China, by contrast, has raised expectations. Its ambassador told reporters in Washington late last month to expect “significant outcomes.” Xi told a group of US executives in Beijing — including Apple Inc Chief Executive Officer Tim Cook and Facebook Inc founder Mark Zuckerberg — that he was looking forward to Trump’s visit and that his nation is embarking on reform with “unprecedented determination and vigor.”

China’s on-again, off-again embrace of markets is all part of the broader imperative to avoid the “middle-income trap.” While China’s accomplishments “have been nothing short of spectacular” for over 35 years, it is now moving into a zone “that has long proved so problematic” for sustained economic development, said Stephen Roach, a senior fellow at Yale University and former non-executive chairman of Morgan Stanley in Asia.

“Nations get ensnared in the ‘middle-income trap’ if they stay stuck in their early-stage development mindset — drawing on the innovations of others and the external demand of their trading partners,” Roach said. “For that reason alone, China’s current and prospective focus on indigenous innovation is particularly encouraging.”

China’s 2025 blueprint shows it’s aware of the dangers. It calls for breakthroughs in 10 key sectors such as robotics and medical devices.

Meantime, the Belt-and-Road Initiative — expected to create more than US$1 trillion of investment in rail, highways and ports linking Europe and Asia — would see unskilled jobs shift to cheaper labor forces offshore while companies retain strong links back to China.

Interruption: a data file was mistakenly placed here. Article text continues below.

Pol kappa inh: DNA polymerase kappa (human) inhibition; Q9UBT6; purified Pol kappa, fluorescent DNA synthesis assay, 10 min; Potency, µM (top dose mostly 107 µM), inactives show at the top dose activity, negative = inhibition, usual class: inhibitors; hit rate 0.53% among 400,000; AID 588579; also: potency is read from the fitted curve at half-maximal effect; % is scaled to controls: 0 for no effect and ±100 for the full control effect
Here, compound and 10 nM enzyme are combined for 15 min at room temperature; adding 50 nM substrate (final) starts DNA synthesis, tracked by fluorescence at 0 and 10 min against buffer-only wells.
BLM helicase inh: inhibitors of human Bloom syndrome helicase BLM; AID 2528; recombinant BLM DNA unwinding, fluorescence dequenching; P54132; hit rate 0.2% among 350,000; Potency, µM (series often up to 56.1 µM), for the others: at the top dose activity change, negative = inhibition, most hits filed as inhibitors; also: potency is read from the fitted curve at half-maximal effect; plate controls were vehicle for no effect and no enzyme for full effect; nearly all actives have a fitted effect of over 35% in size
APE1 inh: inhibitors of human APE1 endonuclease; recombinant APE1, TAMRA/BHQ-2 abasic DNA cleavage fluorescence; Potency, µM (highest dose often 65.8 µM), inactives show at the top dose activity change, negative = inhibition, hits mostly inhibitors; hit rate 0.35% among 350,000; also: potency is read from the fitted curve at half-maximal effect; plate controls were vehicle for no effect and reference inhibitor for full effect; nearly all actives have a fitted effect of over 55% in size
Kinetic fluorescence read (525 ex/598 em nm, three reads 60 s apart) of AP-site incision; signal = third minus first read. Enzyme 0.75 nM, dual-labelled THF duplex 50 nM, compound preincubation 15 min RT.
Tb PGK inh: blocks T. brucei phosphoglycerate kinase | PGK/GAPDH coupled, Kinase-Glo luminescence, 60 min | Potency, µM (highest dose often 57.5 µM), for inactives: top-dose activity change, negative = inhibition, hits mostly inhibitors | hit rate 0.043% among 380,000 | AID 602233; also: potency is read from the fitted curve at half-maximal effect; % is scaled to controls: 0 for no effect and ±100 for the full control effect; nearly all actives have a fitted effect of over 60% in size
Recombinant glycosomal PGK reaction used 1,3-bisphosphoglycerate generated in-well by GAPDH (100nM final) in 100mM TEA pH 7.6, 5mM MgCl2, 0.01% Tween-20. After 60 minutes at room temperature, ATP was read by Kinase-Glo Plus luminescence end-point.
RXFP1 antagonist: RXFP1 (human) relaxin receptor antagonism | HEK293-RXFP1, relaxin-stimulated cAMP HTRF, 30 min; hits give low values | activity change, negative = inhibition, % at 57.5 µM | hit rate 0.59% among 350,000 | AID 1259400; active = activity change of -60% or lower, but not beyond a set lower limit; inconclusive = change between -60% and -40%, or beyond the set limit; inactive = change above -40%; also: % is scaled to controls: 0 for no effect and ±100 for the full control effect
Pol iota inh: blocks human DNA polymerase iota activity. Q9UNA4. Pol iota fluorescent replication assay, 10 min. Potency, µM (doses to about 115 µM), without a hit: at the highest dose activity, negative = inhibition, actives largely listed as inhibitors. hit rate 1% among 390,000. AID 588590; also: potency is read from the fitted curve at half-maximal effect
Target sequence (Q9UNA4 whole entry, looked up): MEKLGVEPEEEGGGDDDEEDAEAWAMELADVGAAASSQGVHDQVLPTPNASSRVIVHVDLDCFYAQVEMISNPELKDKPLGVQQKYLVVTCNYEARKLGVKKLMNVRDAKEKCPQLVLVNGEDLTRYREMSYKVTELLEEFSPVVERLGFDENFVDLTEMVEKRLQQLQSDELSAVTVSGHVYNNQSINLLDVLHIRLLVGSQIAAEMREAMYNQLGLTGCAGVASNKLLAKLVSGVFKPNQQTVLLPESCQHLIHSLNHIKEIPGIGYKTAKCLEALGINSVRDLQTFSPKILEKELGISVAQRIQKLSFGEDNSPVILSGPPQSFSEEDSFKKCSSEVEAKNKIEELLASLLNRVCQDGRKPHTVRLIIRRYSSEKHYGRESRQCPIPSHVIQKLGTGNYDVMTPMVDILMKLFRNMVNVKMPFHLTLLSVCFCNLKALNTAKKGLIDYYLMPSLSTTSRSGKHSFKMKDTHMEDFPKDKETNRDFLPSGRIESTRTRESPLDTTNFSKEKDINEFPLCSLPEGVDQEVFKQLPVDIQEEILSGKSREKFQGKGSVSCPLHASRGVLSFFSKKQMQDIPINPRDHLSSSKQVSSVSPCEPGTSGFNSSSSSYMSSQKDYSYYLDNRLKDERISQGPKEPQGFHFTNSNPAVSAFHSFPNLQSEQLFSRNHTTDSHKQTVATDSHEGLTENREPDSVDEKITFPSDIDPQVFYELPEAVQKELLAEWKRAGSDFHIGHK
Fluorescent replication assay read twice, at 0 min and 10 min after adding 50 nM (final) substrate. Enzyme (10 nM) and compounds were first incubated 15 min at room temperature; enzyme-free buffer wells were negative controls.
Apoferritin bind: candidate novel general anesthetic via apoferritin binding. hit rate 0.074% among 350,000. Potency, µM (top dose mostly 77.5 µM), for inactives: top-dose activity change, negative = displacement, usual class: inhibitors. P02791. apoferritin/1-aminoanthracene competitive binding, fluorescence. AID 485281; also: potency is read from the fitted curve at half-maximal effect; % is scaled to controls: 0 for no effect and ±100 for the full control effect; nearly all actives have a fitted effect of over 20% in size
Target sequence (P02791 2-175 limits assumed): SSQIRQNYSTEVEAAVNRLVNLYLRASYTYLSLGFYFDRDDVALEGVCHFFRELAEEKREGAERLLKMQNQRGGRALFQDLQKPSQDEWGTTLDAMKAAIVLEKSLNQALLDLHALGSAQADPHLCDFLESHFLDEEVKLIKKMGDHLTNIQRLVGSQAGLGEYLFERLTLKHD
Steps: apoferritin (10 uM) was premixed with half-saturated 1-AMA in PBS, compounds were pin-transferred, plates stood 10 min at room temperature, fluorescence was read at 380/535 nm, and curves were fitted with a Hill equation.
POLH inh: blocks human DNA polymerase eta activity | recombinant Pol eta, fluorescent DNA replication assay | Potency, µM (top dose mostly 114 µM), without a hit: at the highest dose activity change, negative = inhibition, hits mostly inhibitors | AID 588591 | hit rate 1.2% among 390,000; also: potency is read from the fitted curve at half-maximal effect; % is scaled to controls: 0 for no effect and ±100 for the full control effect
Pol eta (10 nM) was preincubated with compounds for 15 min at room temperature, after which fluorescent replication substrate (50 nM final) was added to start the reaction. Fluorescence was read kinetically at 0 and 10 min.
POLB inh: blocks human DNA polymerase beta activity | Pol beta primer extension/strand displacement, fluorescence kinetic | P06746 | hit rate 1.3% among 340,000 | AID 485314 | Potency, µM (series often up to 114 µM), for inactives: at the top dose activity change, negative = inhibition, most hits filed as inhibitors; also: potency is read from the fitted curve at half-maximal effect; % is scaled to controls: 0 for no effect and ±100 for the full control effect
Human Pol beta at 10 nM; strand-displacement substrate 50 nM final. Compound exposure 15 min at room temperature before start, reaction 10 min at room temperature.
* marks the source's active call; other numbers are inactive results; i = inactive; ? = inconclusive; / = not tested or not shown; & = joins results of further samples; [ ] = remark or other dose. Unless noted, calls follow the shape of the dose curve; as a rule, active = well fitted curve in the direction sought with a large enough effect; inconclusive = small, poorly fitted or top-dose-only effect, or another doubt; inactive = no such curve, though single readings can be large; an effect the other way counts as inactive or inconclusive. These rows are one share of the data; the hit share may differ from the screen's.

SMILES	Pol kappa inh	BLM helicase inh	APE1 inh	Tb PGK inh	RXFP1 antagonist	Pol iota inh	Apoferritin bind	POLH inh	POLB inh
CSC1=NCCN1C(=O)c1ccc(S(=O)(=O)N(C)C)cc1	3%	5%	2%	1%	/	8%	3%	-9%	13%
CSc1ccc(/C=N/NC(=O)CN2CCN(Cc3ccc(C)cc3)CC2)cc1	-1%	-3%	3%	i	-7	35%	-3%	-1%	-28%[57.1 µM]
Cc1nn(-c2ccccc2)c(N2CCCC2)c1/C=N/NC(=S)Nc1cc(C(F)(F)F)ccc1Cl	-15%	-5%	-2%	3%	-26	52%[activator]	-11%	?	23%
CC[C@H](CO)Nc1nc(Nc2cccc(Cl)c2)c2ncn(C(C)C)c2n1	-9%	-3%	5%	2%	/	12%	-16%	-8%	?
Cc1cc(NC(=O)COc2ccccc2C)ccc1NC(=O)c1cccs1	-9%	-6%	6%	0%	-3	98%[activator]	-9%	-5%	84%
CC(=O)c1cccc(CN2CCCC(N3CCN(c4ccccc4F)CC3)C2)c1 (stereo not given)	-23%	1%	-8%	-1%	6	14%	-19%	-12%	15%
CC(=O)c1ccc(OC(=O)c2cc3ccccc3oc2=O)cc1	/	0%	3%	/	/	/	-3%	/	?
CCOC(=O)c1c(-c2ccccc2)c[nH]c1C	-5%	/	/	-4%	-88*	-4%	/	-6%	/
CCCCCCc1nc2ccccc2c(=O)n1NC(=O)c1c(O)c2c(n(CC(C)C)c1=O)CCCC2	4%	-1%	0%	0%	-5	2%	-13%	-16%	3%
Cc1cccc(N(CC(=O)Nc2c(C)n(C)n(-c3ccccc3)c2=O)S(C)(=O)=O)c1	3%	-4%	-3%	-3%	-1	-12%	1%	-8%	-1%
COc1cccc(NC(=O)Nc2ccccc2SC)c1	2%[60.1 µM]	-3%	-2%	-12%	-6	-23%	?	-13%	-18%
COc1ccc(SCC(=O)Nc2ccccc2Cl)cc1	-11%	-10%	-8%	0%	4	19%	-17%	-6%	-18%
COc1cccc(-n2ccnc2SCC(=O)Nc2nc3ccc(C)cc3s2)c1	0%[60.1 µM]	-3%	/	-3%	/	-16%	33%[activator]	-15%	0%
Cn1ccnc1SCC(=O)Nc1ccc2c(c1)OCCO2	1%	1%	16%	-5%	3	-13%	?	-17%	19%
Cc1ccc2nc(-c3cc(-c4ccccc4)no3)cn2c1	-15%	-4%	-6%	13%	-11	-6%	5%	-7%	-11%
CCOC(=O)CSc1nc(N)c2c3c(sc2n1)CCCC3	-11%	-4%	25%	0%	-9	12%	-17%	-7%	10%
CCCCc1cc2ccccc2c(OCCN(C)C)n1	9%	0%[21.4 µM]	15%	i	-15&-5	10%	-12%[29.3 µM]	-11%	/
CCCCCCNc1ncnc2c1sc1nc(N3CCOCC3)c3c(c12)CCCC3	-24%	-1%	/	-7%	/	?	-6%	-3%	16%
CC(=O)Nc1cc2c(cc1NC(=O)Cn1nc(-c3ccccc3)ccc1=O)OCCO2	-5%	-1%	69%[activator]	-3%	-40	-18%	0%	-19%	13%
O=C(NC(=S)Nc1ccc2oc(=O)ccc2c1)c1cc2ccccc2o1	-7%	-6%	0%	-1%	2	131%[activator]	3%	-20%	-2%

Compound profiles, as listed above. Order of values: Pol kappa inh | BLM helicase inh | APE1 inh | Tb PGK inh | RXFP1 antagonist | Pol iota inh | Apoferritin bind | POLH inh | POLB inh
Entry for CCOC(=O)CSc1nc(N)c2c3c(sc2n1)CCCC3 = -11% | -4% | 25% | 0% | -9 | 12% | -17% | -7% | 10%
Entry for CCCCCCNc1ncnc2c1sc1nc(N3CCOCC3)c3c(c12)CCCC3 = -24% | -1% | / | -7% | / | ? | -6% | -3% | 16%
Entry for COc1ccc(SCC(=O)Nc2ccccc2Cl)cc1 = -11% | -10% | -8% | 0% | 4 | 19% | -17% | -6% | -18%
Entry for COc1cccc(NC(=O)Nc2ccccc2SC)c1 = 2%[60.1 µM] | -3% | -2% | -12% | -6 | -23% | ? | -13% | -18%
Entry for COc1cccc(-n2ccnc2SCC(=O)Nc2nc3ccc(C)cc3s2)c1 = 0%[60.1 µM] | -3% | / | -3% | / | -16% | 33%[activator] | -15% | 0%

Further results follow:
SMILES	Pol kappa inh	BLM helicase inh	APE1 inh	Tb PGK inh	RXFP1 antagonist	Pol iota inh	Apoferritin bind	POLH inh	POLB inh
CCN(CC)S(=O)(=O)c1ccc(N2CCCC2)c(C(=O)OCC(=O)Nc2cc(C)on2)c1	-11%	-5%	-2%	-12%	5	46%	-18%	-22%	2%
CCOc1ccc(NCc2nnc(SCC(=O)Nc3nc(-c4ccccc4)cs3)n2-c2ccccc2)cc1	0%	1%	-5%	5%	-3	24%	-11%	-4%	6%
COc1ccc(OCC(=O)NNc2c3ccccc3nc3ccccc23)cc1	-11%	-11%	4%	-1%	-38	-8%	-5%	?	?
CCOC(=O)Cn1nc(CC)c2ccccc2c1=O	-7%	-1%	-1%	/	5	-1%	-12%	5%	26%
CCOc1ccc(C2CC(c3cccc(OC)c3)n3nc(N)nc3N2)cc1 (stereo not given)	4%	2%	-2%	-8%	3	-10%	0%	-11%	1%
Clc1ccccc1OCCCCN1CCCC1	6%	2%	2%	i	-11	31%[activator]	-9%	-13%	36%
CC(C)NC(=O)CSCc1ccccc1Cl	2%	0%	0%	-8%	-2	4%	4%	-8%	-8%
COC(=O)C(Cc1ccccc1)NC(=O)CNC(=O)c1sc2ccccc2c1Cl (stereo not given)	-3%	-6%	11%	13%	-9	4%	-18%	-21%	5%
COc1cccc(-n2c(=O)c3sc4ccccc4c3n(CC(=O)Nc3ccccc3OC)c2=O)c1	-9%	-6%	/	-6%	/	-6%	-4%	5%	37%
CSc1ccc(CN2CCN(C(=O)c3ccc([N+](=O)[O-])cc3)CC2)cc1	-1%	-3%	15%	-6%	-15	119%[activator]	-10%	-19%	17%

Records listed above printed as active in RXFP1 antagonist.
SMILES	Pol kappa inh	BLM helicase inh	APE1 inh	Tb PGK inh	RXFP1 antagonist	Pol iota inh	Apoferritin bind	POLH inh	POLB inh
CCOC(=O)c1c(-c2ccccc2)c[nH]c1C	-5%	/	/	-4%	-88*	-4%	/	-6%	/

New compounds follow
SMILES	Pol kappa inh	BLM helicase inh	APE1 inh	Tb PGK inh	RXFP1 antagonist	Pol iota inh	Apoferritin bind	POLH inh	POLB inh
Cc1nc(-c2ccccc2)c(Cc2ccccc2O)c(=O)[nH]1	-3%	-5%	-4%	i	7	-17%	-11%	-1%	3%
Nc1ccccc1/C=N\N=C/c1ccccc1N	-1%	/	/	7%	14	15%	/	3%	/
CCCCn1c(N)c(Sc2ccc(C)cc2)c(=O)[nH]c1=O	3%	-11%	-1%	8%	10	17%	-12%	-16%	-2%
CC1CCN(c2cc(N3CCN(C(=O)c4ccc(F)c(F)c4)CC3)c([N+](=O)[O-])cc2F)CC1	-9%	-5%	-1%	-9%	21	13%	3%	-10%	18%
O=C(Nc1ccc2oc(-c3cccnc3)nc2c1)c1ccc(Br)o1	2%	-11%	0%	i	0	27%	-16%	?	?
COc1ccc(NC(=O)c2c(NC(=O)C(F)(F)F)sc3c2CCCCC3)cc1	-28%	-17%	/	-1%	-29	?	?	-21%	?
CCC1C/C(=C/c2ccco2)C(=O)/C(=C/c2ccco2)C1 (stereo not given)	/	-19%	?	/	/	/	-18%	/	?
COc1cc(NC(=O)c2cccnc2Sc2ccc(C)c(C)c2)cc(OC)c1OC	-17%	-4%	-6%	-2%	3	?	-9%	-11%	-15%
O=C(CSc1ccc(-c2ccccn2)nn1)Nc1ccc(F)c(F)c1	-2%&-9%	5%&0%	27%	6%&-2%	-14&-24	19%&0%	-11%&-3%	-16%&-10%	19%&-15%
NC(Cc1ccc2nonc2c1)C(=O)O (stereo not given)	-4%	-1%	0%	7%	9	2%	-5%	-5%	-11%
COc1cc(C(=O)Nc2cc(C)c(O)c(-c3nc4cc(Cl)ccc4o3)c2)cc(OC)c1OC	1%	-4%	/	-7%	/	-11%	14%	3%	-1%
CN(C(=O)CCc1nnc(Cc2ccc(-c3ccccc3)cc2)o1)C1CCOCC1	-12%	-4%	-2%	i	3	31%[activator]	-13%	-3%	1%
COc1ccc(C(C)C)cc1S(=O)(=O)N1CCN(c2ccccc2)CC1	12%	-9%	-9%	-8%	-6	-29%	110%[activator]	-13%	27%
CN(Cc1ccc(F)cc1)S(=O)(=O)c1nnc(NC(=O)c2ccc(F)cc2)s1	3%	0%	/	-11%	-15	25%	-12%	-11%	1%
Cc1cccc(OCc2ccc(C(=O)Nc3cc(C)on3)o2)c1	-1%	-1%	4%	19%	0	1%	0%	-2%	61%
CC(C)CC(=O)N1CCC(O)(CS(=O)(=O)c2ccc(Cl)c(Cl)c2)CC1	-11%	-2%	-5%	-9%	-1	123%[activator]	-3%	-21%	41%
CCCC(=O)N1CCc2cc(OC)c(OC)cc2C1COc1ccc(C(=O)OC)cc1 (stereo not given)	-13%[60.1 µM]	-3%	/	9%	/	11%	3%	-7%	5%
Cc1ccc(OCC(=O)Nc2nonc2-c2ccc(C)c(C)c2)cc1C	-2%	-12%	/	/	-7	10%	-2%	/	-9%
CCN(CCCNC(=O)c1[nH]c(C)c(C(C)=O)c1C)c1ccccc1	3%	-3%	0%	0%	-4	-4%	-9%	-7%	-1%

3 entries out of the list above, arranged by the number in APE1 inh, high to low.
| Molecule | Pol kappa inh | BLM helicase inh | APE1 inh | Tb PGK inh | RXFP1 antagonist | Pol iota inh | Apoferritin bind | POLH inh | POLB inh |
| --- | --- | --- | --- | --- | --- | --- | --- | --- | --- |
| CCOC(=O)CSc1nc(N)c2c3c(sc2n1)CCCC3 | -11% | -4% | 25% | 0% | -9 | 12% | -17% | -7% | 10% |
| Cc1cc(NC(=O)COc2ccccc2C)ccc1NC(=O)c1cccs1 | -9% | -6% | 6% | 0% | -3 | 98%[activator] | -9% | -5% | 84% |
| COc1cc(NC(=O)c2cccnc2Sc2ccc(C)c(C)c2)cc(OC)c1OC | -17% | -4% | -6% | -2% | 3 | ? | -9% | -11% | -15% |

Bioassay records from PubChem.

Xi’s 2050 programme aims to bolster “comprehensive national strength and international influence” with the rule of law, innovative companies, a clean environment, an expanding middle class, adequate public transportation and reduced disparities between urban and rural areas. He’s also aiming to rebalance the economy away from a reliance on heavy investment and exports and toward domestic consumption.

“If China rebalances and America does not, China’s role as a global growth engine will continue to expand, while America’s role diminishes,” Roach said.

Such an outcome isn’t in Xi’s interests right now. Robust external demand as the global economy picked up this year has provided a favourable backdrop for his efforts to cut excess capacity from smokestack industries and cut risks in parts of the financial system — both crucial to his longer-term vision to improve the quality, not just the quantity, of growth.

The Chinese system is able to “articulate a long game and sketch out how it wants to reach that,” said Yukon Huang, author of “Cracking the China Conundrum: Why Conventional Economic Wisdom Is Wrong.” The US political process “tends to be very short sighted and narrow.”

“This contrast between a very short-term focus on issues against a China which tends to think very long term is an interesting challenge,” said Huang, a senior fellow at the Carnegie Endowment for International Peace in Washington. “How does America set out a long term agenda to deal with a relative decline in authority, and even if it has a vision, to carry through and implement it?” — Bloomberg